Crispin Simon on what can be learnt from the private sector to reduce the chronic problem of delay in the discharge of patients.
At the end of December I completed a term as a non-executive director of the NHS Trust Development Authority, following a term at Imperial College Healthcare NHS Trust; and I’d like to express my thanks to the many NHS people who contributed to my knowledge and personal development.
People who have enjoyed private sector careers are fortunate to have the opportunities presented by public sector NED roles.
High capacity utilisation
I’d also like to register the observation, as a thirty year private sector person, that although there is a prevailing view that organisational excellence flows from the private to the public sector, I have seen plenty of superior NHS practices – for example in major incident management, the deeply-embedded multidisciplinary culture and much clearer accountability for NEDs. And this happens in the context of NHS trusts’ greater breadth of activities (necessarily) and a higher capacity utilisation (efficient but risky) than most businesses would contemplate.
One of the symptoms of this complexity and high capacity utilisation is the chronic problem of delay in the discharge of patients who are medically ready to leave – Delayed Transfers of Care (“DTOC”). The Sunday Times recently reported that DTCs cost £500 million per annum, and cited examples of leading teaching hospital/foundation trusts, traditionally the elite, reporting more than 100 patients delayed by more than four weeks and individual patients waiting several months.
This has gone on too long. To start the ball rolling, I would make three recommendations – combining approaches that are proven in the private sector and the NHS.
What we can take from the private sector
First, and yes, I’m afraid so, I would recommend that a top-down target be established as a government priority – halving the Days Delayed Transfer of Care, as soon as possible and in any case by the last full year of this Parliament. The dramatic reduction of hospital-acquired infections and almost-elimination of Mixed Sex Wards shows how NHS people can drive improvement when there is prioritisation from ministers.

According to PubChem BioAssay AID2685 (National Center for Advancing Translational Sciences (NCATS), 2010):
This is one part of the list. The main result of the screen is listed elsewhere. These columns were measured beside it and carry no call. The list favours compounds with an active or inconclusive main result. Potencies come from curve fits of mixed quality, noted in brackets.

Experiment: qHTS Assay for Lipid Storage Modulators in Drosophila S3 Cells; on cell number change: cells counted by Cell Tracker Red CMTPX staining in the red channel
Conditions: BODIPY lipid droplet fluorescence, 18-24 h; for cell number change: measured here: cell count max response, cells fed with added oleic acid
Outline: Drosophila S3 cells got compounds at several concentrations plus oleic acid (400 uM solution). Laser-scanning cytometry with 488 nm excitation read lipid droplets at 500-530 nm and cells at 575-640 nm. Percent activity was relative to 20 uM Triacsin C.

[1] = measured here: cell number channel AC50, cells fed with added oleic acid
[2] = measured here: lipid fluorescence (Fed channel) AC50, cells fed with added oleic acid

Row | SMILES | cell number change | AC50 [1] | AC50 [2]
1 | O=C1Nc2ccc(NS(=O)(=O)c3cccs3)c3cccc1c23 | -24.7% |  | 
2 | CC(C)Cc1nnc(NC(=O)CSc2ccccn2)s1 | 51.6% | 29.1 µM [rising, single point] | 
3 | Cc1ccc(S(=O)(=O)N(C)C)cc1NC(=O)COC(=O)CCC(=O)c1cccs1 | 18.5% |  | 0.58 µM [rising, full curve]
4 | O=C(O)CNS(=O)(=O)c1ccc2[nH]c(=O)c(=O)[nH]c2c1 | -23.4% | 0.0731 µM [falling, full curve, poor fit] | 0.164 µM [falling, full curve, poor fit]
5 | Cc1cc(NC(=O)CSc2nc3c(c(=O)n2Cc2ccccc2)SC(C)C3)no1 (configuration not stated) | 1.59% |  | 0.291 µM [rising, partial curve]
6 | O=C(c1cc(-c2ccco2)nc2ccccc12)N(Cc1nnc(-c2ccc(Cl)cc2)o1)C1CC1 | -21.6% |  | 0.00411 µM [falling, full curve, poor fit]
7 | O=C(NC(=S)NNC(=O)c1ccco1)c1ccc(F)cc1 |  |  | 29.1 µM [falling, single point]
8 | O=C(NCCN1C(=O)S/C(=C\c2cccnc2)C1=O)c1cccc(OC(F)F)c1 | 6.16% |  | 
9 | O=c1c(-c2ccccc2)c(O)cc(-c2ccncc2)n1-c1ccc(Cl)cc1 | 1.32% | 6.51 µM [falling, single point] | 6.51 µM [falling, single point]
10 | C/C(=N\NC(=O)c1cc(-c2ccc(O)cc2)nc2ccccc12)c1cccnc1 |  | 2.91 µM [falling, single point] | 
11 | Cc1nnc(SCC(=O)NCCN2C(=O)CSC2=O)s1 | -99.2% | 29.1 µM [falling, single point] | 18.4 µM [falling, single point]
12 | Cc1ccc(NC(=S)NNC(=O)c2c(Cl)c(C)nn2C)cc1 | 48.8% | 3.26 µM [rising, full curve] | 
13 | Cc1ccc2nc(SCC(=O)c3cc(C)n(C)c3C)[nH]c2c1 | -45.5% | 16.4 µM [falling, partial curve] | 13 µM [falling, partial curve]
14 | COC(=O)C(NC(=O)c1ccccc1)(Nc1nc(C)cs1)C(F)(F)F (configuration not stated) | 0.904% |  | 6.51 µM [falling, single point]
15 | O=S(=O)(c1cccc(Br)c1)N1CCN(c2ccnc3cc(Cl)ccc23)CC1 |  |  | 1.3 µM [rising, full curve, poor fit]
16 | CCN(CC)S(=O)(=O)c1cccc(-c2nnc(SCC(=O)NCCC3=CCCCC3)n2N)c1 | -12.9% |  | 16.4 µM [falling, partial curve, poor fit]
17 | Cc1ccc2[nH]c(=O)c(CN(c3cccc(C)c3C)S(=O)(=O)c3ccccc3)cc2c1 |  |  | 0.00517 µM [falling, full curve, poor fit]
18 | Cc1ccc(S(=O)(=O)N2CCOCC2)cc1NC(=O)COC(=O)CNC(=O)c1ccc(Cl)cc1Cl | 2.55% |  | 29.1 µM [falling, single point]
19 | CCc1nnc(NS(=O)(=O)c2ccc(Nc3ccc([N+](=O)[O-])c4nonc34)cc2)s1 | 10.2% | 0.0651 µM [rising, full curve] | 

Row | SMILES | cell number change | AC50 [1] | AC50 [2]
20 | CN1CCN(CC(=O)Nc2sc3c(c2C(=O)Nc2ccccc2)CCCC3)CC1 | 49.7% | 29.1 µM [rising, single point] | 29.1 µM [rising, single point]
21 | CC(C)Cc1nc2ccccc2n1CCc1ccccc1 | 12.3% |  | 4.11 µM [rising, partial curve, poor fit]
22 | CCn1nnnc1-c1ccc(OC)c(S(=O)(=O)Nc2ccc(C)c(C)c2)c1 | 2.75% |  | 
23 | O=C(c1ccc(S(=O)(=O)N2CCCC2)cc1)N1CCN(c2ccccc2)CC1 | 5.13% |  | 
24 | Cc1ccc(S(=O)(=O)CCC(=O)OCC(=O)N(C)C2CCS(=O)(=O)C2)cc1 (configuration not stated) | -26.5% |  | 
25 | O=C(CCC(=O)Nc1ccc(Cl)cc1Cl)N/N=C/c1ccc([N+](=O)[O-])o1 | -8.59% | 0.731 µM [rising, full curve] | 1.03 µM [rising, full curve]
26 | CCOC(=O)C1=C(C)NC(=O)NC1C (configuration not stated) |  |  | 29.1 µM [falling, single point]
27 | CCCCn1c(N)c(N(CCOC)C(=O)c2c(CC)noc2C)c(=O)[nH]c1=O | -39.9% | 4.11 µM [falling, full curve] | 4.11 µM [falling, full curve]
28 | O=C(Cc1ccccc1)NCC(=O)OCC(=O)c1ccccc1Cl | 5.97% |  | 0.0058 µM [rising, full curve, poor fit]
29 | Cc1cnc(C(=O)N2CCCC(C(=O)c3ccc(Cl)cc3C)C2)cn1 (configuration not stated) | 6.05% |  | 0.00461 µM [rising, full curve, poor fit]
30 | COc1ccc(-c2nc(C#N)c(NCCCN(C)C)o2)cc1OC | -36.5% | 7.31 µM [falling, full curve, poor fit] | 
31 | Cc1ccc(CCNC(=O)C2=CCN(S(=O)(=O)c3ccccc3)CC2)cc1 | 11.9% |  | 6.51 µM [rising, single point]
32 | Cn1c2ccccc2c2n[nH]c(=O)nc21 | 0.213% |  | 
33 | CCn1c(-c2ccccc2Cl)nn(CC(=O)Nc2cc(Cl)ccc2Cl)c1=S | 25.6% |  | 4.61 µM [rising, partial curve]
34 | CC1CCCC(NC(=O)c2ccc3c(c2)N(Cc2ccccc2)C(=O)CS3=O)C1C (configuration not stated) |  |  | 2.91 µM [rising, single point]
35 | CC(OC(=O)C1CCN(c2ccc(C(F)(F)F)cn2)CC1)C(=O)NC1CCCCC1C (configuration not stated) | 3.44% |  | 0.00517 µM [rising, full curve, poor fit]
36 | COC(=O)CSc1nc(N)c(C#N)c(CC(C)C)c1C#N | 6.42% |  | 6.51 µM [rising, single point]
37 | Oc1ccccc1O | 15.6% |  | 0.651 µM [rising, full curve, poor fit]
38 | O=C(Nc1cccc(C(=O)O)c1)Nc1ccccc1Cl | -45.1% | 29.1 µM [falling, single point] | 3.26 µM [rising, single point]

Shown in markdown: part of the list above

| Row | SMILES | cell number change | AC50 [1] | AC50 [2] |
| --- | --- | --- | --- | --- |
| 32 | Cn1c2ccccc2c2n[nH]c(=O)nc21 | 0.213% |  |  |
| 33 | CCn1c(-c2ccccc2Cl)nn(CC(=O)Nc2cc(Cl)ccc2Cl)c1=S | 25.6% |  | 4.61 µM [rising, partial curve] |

And halving DTOC would be an unusually motivating and unifying target because it self-evidently improves the patient experience and reduces cost. The 50 per cent number is taken from a Unilever measure for “capacity to improve” – the time taken by a management team to deliver a 50 per cent improvement in whatever is being improved.
And when achieved, a further 50 per cent can be demanded, if required.
We need a greater proportion of NHS targets to be strategic in character
So many of our NHS measures are rightly operational and short term but we can start to draw a useful distinction between standards which must be maintained at all times (eg the four hour wait in accident and emergency) and targets, which could/should imply organisational progress. We need a greater proportion of NHS targets to be strategic in character, and not, as they are now, a set of hyper-sensitive alarms.
This is a good place to start.
Second, all relevant task forces should be challenged to demonstrate how they contribute to the achievement of the DTOC goal. According to Department of Health data, eight out of the 10 possible reasons for a delayed transfer reside with publicly-funded organisations outside a hospital, and at least three of these reasons also lie beyond the remit of the NHS – principally with the local authority.
So, for example, any region operating the Northern Powerhouse healthcare model (delegating healthcare budgets to a super-local-authority), should develop written plans that lock into the NHS DTOC work; and an elected councillor should held accountable for delivery of the plans. The same approach should be taken to eliminating avoidable hospital admissions and re-admissions.
The Integrated Primary and Acute Care Systems (PACS) envisaged in the Five Year Forward View should be similarly challenged to contribute to the DTOC goal. Many NHS organisations have done great work with “Lean” principles (exhibiting walls of yellow “stickies” that map processes in previously unknown detail) but they remain oases of great practice, rather than the NHS standard.
In the long term, marginal improvement in process re-design is worse than no improvement at all. It incurs the majority of the cost for the minority of the possible gain.
Marginal improvement in process re-design is worse than no improvement at all
Third, I would recommend that capital investment budgets be used to back strong DTOC initiatives. NHS capital investment budgets tend to be allocated according to operational, not strategic, priorities (as evidenced by the absence of any reporting of the strategic allocation – eg the proportions committed to replacement, efficiency and expansion) and, as a long term problem, DTOC needs long term solutions.
Bricks and mortar will help.
All this is easy to say and hard to do – but with the equivalent of two hospitals currently filled with patients medically fit for discharge, meeting the 50 per cent reduction goal would be like building a whole hospital for nothing. And then there’s the reduced mobility, falls, infections and avoidable deaths.
As a manager, I think the work is important. As a human being I think that it’s essential.
Crispin Simon, chief executive officer at Rex Bionics